Today marks the 300th day of continuous protest by Tamil relatives of the disappeared. They have been demonstrating at various sites across the North and East of Sri Lanka to demand answers as to the fate and whereabouts of their missing loved ones, many of whom were never seen or heard from again after they moved into government-controlled territory at the end of the civil war in 2009.
We have been running a campaign in support of the families here. Earlier this week, they published an incredibly powerful open letter in which they described the deep frustration and anguish caused by the government’s continued failure to deliver on its promises to them.
As we reflect on their struggle at this milestone, we are pleased to today be joined a number of British MPs and politicians who have offered their messages of support to the protestors. The MPs have gotten behind one of their key demands: calling on President Sirisena to release a list of all those who surrendered or were detained at the end of the war.
You can read some of those messages of support below, including a statement from Paul Scully MP, Chair of the All Party Parliamentary Group for Tamils.
Can you help us to reinforce them? We’re suggesting two actions:
- Download a campaign banner and share your own photos and messages of support (via email,Twitter or Facebook), using the hashtag #ReleaseTheList.
- Visit our campaign page and sign the petition.
Families of the disappeared have been waiting for truth and justice for far too long. With your help, we hope to make it as difficult as possible for the government of Sri Lanka to continue to ignore their voices.
Here’s what Paul Scully, Chair of the All Party Parliamentary Group for Tamils, had to say:
“Since the beginning of this year Tamil relatives of the disappeared have been protesting continuously across Sri Lanka’s North to demand answers regarding the fate of their missing loved ones. There are many individuals who have been missing since passing into government controlled areas during the final stages of Sri Lanka’s bloody civil war in 2009.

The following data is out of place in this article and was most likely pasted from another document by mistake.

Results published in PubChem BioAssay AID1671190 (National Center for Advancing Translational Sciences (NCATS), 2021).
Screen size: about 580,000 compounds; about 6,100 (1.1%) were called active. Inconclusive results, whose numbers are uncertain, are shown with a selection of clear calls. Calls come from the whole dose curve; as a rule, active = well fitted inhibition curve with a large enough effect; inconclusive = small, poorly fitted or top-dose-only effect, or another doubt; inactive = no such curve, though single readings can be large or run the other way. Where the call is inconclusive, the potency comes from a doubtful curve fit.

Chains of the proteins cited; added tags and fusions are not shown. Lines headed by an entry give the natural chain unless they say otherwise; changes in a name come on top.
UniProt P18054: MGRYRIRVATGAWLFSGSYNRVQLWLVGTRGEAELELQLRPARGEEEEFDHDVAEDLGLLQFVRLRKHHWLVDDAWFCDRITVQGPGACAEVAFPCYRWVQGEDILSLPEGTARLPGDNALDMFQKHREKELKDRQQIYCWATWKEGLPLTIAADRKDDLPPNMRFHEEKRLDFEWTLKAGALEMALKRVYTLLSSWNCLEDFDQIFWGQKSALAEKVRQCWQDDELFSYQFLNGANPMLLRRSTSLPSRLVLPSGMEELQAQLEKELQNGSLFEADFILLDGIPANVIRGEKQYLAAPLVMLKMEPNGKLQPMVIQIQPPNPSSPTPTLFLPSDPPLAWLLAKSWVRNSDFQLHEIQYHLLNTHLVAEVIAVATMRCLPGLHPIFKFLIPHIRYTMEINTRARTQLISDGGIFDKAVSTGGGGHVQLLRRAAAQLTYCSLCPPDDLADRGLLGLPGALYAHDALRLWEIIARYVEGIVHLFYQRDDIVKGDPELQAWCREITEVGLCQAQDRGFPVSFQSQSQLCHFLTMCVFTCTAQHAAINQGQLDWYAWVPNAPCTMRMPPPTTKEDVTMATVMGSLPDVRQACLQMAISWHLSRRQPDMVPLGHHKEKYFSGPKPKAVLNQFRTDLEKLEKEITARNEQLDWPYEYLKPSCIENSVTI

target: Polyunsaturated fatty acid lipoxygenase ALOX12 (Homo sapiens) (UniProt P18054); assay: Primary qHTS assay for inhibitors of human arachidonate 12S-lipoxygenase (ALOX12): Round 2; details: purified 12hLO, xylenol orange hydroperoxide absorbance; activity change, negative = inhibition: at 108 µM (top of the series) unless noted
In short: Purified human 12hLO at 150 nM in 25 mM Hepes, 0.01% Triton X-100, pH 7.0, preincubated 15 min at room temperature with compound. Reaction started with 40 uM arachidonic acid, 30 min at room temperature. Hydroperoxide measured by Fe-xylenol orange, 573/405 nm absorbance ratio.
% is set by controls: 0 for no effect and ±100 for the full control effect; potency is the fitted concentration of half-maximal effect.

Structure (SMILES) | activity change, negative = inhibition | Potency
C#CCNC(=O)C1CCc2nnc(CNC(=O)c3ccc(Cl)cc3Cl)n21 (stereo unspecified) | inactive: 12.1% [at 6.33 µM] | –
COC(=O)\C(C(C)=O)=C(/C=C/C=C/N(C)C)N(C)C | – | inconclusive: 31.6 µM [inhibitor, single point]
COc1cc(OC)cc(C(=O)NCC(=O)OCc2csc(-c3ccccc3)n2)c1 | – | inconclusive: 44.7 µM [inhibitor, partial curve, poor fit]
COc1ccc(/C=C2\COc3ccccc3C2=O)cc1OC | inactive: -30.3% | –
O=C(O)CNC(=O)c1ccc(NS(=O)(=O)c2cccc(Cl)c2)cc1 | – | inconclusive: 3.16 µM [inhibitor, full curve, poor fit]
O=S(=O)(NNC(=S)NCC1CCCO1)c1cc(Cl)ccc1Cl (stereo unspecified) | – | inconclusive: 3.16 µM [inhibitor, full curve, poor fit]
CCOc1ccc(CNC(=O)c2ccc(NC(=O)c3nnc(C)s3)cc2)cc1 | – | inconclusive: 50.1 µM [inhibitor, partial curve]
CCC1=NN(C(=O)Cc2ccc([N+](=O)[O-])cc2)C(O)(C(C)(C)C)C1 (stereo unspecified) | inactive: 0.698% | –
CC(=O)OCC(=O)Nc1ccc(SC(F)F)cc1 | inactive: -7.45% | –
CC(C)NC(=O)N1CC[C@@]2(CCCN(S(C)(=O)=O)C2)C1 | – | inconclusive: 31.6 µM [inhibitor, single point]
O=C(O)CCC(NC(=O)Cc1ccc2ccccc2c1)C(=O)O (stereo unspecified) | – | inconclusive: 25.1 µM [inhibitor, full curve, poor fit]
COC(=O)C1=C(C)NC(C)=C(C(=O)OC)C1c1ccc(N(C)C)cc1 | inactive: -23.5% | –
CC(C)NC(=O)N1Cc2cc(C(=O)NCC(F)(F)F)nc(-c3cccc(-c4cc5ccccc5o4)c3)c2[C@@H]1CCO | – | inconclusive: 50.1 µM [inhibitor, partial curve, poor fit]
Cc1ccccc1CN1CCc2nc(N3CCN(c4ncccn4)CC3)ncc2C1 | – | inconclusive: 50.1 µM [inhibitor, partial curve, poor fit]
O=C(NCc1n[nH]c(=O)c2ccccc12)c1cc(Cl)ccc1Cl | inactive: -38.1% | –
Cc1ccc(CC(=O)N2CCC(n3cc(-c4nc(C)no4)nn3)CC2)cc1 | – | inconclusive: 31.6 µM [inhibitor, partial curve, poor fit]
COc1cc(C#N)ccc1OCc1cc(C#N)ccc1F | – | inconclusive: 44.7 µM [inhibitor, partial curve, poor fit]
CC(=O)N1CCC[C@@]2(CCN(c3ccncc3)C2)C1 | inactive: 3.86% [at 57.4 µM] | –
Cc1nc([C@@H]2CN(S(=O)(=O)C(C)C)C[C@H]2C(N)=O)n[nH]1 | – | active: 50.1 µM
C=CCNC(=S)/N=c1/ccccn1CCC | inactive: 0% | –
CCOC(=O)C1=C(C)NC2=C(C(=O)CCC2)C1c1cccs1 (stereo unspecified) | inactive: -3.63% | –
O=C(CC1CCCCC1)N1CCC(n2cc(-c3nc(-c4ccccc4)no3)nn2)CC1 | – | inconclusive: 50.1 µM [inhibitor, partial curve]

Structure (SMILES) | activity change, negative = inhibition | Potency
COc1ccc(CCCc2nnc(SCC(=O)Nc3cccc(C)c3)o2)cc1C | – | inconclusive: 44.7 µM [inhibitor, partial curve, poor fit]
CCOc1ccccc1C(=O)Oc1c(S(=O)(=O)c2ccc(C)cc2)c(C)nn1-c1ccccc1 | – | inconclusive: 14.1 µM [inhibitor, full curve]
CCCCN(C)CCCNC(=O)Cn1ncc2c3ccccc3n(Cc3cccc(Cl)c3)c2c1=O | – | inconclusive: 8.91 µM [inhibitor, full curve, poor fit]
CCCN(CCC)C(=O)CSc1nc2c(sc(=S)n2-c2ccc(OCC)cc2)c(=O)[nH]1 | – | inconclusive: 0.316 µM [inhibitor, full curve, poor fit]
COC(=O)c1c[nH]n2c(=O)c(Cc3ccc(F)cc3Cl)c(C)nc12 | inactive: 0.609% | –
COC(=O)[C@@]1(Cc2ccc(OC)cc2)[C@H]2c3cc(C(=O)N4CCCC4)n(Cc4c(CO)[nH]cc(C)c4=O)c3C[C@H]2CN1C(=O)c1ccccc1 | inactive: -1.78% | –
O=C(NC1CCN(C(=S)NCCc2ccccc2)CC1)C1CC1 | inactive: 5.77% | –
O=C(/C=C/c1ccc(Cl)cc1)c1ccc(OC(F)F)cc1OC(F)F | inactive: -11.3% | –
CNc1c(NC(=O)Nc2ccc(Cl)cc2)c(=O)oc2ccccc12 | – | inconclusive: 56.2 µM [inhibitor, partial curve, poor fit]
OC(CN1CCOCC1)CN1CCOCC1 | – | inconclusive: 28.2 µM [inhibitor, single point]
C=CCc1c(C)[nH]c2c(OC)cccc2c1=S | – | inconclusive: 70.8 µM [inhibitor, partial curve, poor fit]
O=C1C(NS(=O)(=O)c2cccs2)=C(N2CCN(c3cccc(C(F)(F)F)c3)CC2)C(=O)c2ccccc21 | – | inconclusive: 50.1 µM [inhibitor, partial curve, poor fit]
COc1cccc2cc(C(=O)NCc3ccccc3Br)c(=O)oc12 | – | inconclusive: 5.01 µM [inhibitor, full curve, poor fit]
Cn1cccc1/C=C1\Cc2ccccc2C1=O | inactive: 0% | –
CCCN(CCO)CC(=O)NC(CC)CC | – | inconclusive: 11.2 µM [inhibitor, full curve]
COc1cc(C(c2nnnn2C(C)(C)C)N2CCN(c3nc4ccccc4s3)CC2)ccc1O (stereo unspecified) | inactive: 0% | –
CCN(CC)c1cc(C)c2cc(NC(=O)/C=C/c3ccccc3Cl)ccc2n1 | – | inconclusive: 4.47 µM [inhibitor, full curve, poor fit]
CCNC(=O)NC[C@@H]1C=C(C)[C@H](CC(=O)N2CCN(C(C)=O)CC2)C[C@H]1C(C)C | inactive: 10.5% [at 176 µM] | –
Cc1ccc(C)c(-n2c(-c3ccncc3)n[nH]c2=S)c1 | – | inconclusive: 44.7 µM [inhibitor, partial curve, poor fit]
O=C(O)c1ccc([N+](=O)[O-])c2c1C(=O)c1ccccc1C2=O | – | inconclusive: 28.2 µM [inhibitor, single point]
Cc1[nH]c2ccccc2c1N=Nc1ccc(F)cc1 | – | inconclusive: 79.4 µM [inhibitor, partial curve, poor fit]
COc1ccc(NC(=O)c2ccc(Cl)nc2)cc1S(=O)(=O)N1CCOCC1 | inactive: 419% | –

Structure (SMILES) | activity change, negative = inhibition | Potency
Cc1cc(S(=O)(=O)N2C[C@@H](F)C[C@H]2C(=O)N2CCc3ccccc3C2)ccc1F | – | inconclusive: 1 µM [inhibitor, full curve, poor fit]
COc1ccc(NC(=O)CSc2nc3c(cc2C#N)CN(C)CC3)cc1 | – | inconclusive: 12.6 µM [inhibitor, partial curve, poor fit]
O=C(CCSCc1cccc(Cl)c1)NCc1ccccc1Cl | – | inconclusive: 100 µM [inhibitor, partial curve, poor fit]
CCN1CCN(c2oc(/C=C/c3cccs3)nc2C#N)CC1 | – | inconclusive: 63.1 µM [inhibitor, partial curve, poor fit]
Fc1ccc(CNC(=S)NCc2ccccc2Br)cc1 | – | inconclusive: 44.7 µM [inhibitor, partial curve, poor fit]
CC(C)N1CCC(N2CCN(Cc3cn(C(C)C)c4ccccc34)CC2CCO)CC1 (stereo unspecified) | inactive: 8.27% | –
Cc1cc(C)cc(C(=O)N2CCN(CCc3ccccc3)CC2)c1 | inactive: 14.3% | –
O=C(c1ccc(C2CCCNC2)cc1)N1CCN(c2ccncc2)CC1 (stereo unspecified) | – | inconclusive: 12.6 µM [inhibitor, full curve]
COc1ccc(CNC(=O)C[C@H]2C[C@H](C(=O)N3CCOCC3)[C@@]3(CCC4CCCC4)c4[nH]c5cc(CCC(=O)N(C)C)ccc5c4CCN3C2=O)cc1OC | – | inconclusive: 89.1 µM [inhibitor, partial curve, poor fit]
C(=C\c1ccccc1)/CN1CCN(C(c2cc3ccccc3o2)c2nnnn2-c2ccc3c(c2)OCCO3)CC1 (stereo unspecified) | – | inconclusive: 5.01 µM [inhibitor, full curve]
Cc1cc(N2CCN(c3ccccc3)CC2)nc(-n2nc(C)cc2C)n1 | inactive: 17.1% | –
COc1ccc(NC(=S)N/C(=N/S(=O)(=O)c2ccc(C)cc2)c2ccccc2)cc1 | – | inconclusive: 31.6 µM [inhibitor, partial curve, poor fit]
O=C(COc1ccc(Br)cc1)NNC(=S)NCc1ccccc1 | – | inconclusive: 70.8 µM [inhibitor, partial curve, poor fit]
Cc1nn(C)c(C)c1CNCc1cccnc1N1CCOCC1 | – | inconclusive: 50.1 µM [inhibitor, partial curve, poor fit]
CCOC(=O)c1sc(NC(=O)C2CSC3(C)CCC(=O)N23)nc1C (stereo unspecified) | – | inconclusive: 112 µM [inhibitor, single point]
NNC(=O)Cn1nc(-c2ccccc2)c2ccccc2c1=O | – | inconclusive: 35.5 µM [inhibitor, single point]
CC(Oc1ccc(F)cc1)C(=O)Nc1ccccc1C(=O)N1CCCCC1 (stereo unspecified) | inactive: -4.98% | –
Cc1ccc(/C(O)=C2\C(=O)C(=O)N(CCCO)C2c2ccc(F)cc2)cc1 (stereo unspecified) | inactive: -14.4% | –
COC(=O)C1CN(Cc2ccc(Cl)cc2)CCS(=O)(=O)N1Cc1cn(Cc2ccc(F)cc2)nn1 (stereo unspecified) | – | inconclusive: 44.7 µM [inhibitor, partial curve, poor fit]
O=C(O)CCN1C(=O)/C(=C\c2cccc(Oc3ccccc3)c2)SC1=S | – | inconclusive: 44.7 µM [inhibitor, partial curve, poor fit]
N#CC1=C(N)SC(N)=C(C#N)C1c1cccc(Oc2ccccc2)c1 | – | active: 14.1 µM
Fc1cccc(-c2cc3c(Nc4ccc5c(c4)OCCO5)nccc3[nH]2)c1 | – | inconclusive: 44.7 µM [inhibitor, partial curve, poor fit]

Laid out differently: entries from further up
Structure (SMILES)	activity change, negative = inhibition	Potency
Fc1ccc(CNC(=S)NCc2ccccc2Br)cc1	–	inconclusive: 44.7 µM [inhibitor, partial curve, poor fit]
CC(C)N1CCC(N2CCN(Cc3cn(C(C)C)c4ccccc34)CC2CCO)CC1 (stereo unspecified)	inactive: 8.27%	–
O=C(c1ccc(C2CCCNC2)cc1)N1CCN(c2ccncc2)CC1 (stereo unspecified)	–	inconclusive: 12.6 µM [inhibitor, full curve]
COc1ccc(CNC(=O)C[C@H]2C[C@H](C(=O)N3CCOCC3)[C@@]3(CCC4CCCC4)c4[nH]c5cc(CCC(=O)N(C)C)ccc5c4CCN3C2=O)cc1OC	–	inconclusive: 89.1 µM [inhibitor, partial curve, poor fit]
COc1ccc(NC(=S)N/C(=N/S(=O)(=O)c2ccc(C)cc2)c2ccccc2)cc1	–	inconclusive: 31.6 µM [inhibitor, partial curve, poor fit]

This week, the longest-running of those protests will have surpassed the 300-day mark, with the others soon to follow. It is a milestone which speaks to the immense bravery and courage of the families, who have continued their struggle despite the challenges of old-age, exposure to the elements and routine intimidation. But it is also one which reflects the government of Sri Lanka’s frankly shocking indifference to some of its most vulnerable and traumatised citizens. I was appalled to learn from the protestors deeply moving open letter last week, that seven individuals have passed away since the demonstrations began.
The families have made their demands very clear. Among them, they want the government to release a list – known to have been kept by the authorities – of all those who surrendered or were detained at the end of the war. Unfortunately, despite a pledge in June from President Sirisena that he would act on this key issue, little seems to have been done. Meanwhile, doubts have continued to grow among families about what the government’s long promised Office on Missing Persons (OMP) can really deliver so long as access to this potentially vital evidence is denied.
As Chair of the All-Party Parliamentary Group for Tamils, I wish to extend my fullest support to the protesting families of the disappeared, and urge the government of Sri Lanka to take their grievances seriously. I have repeatedly stressed my belief that the government of Sri Lanka must speed up the pace of its reforms if it is to succeed in building a just and lasting peace and the release of this list is surely among the most urgent, yet achievable, steps that it could take.
Paul Scully MP, Chair APPG-Tamils (15 December 2017)
Photo credit: Sabeshwaran for Tamil Guardian